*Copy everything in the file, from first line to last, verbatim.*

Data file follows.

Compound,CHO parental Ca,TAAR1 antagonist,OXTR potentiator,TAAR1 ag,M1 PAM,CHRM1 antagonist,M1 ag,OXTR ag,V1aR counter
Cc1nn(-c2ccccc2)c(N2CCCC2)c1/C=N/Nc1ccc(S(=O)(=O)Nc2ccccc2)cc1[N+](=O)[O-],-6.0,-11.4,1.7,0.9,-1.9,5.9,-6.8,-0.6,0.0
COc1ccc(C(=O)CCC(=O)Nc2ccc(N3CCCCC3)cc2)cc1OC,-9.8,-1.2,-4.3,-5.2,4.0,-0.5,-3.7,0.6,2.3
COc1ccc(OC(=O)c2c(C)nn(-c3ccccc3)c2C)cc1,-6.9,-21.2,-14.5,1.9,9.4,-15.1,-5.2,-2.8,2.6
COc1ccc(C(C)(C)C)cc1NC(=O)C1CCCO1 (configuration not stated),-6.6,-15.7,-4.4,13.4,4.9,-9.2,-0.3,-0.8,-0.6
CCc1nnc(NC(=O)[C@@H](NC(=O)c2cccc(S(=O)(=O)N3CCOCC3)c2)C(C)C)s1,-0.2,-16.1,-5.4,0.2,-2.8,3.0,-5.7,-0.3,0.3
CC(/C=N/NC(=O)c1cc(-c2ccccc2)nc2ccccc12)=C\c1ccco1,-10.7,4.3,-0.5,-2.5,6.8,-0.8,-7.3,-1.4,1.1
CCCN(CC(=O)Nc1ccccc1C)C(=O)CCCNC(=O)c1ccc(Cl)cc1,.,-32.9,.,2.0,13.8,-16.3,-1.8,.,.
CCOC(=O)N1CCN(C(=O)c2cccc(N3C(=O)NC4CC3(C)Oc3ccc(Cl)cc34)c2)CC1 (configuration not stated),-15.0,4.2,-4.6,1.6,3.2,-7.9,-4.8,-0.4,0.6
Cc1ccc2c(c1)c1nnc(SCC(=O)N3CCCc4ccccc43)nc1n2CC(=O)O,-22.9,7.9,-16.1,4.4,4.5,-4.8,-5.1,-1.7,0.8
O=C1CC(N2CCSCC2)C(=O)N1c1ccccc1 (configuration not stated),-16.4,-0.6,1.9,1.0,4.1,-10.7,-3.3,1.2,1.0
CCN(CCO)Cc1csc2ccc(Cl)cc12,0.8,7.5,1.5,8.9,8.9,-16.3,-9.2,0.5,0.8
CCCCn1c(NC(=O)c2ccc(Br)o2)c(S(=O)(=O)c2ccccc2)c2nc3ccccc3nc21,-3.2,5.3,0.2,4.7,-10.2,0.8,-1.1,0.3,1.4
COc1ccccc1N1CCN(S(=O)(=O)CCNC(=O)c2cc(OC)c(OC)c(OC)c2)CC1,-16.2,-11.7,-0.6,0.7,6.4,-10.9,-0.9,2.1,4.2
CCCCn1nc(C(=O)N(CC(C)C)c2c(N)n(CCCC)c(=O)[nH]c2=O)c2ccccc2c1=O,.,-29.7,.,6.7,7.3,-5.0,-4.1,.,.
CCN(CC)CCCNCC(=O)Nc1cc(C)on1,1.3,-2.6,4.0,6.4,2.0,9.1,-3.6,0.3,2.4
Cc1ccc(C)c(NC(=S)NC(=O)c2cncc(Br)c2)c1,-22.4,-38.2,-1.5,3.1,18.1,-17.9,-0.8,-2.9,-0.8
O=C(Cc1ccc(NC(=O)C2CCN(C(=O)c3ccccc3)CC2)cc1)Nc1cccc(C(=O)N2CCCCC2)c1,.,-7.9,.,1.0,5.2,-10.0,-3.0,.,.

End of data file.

Compound,CHO parental Ca,TAAR1 antagonist,OXTR potentiator,TAAR1 ag,M1 PAM,CHRM1 antagonist,M1 ag,OXTR ag,V1aR counter
Cc1nn(-c2ccccc2)c(N2CCCC2)c1/C=N/Nc1ccc(S(=O)(=O)Nc2ccccc2)cc1[N+](=O)[O-],-6.0,-11.4,1.7,0.9,-1.9,5.9,-6.8,-0.6,0.0
COc1ccc(C(=O)CCC(=O)Nc2ccc(N3CCCCC3)cc2)cc1OC,-9.8,-1.2,-4.3,-5.2,4.0,-0.5,-3.7,0.6,2.3
COc1ccc(OC(=O)c2c(C)nn(-c3ccccc3)c2C)cc1,-6.9,-21.2,-14.5,1.9,9.4,-15.1,-5.2,-2.8,2.6
COc1ccc(C(C)(C)C)cc1NC(=O)C1CCCO1 (configuration not stated),-6.6,-15.7,-4.4,13.4,4.9,-9.2,-0.3,-0.8,-0.6
CCc1nnc(NC(=O)[C@@H](NC(=O)c2cccc(S(=O)(=O)N3CCOCC3)c2)C(C)C)s1,-0.2,-16.1,-5.4,0.2,-2.8,3.0,-5.7,-0.3,0.3
CC(/C=N/NC(=O)c1cc(-c2ccccc2)nc2ccccc12)=C\c1ccco1,-10.7,4.3,-0.5,-2.5,6.8,-0.8,-7.3,-1.4,1.1
CCCN(CC(=O)Nc1ccccc1C)C(=O)CCCNC(=O)c1ccc(Cl)cc1,.,-32.9,.,2.0,13.8,-16.3,-1.8,.,.
CCOC(=O)N1CCN(C(=O)c2cccc(N3C(=O)NC4CC3(C)Oc3ccc(Cl)cc34)c2)CC1 (configuration not stated),-15.0,4.2,-4.6,1.6,3.2,-7.9,-4.8,-0.4,0.6
Cc1ccc2c(c1)c1nnc(SCC(=O)N3CCCc4ccccc43)nc1n2CC(=O)O,-22.9,7.9,-16.1,4.4,4.5,-4.8,-5.1,-1.7,0.8
O=C1CC(N2CCSCC2)C(=O)N1c1ccccc1 (configuration not stated),-16.4,-0.6,1.9,1.0,4.1,-10.7,-3.3,1.2,1.0
CCN(CCO)Cc1csc2ccc(Cl)cc12,0.8,7.5,1.5,8.9,8.9,-16.3,-9.2,0.5,0.8
CCCCn1c(NC(=O)c2ccc(Br)o2)c(S(=O)(=O)c2ccccc2)c2nc3ccccc3nc21,-3.2,5.3,0.2,4.7,-10.2,0.8,-1.1,0.3,1.4
COc1ccccc1N1CCN(S(=O)(=O)CCNC(=O)c2cc(OC)c(OC)c(OC)c2)CC1,-16.2,-11.7,-0.6,0.7,6.4,-10.9,-0.9,2.1,4.2
CCCCn1nc(C(=O)N(CC(C)C)c2c(N)n(CCCC)c(=O)[nH]c2=O)c2ccccc2c1=O,.,-29.7,.,6.7,7.3,-5.0,-4.1,.,.
CCN(CC)CCCNCC(=O)Nc1cc(C)on1,1.3,-2.6,4.0,6.4,2.0,9.1,-3.6,0.3,2.4
Cc1ccc(C)c(NC(=S)NC(=O)c2cncc(Br)c2)c1,-22.4,-38.2,-1.5,3.1,18.1,-17.9,-0.8,-2.9,-0.8
O=C(Cc1ccc(NC(=O)C2CCN(C(=O)c3ccccc3)CC2)cc1)Nc1cccc(C(=O)N2CCCCC2)c1,.,-7.9,.,1.0,5.2,-10.0,-3.0,.,.